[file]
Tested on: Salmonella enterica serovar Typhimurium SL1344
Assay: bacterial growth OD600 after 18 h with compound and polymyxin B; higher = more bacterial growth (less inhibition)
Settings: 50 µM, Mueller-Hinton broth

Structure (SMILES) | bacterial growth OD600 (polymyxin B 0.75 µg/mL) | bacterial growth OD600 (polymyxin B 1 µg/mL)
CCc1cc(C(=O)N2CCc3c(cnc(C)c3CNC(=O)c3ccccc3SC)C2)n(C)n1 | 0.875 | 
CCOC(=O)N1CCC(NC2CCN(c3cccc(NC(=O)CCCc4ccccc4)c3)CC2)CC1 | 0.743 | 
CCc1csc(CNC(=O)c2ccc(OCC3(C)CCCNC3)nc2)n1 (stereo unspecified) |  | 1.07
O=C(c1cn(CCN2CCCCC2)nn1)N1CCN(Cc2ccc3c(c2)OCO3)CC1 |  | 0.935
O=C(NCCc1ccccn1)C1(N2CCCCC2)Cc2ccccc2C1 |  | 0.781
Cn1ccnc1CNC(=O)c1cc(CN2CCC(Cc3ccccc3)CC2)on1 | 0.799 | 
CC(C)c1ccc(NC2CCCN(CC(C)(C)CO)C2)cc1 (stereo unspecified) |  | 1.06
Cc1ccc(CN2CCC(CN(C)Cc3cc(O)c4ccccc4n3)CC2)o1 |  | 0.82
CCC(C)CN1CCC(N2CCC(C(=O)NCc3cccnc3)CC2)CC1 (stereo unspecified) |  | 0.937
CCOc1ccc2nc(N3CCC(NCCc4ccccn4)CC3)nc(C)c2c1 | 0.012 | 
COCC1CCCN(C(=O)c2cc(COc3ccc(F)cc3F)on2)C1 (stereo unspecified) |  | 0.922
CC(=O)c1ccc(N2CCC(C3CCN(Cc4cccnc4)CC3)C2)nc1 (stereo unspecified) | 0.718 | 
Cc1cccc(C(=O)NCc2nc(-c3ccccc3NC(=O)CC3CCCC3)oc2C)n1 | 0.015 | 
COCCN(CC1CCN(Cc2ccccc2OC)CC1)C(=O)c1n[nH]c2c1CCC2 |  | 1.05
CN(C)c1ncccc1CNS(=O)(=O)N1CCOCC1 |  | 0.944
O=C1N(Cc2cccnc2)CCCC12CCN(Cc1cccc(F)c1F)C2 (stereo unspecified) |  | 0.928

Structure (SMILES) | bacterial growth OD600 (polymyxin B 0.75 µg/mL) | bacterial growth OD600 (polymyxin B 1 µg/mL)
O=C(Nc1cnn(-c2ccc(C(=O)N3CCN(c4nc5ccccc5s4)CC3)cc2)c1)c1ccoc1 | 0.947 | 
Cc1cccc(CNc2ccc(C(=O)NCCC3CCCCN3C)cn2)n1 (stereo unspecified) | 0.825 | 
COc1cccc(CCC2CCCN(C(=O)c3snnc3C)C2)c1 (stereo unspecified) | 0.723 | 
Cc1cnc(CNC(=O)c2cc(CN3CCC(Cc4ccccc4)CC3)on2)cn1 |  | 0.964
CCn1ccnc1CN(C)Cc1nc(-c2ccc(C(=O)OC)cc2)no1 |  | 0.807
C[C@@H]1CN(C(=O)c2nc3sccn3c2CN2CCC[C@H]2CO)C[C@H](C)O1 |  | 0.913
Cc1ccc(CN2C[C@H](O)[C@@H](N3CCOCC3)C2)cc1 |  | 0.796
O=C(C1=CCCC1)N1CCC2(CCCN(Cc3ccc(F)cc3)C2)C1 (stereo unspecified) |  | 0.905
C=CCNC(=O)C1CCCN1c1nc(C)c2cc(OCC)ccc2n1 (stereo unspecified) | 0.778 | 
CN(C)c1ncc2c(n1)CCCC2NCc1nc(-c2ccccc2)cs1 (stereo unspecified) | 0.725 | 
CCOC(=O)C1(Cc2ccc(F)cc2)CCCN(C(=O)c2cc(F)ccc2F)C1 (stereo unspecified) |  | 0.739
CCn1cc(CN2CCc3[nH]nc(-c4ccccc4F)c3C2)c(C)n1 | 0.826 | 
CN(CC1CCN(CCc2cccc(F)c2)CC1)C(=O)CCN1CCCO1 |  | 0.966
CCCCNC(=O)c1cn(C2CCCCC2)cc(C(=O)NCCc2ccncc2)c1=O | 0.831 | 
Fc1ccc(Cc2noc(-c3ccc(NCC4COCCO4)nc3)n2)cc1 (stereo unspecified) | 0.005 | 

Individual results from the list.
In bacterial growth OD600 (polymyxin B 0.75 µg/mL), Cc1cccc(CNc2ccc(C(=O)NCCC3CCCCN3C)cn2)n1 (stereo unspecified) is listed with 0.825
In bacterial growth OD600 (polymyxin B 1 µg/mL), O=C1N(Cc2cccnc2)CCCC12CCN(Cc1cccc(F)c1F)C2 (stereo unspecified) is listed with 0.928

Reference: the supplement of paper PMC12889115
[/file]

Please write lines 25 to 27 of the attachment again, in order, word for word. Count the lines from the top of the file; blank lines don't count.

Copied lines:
Cc1cnc(CNC(=O)c2cc(CN3CCC(Cc4ccccc4)CC3)on2)cn1 |  | 0.964
CCn1ccnc1CN(C)Cc1nc(-c2ccc(C(=O)OC)cc2)no1 |  | 0.807
C[C@@H]1CN(C(=O)c2nc3sccn3c2CN2CCC[C@H]2CO)C[C@H](C)O1 |  | 0.913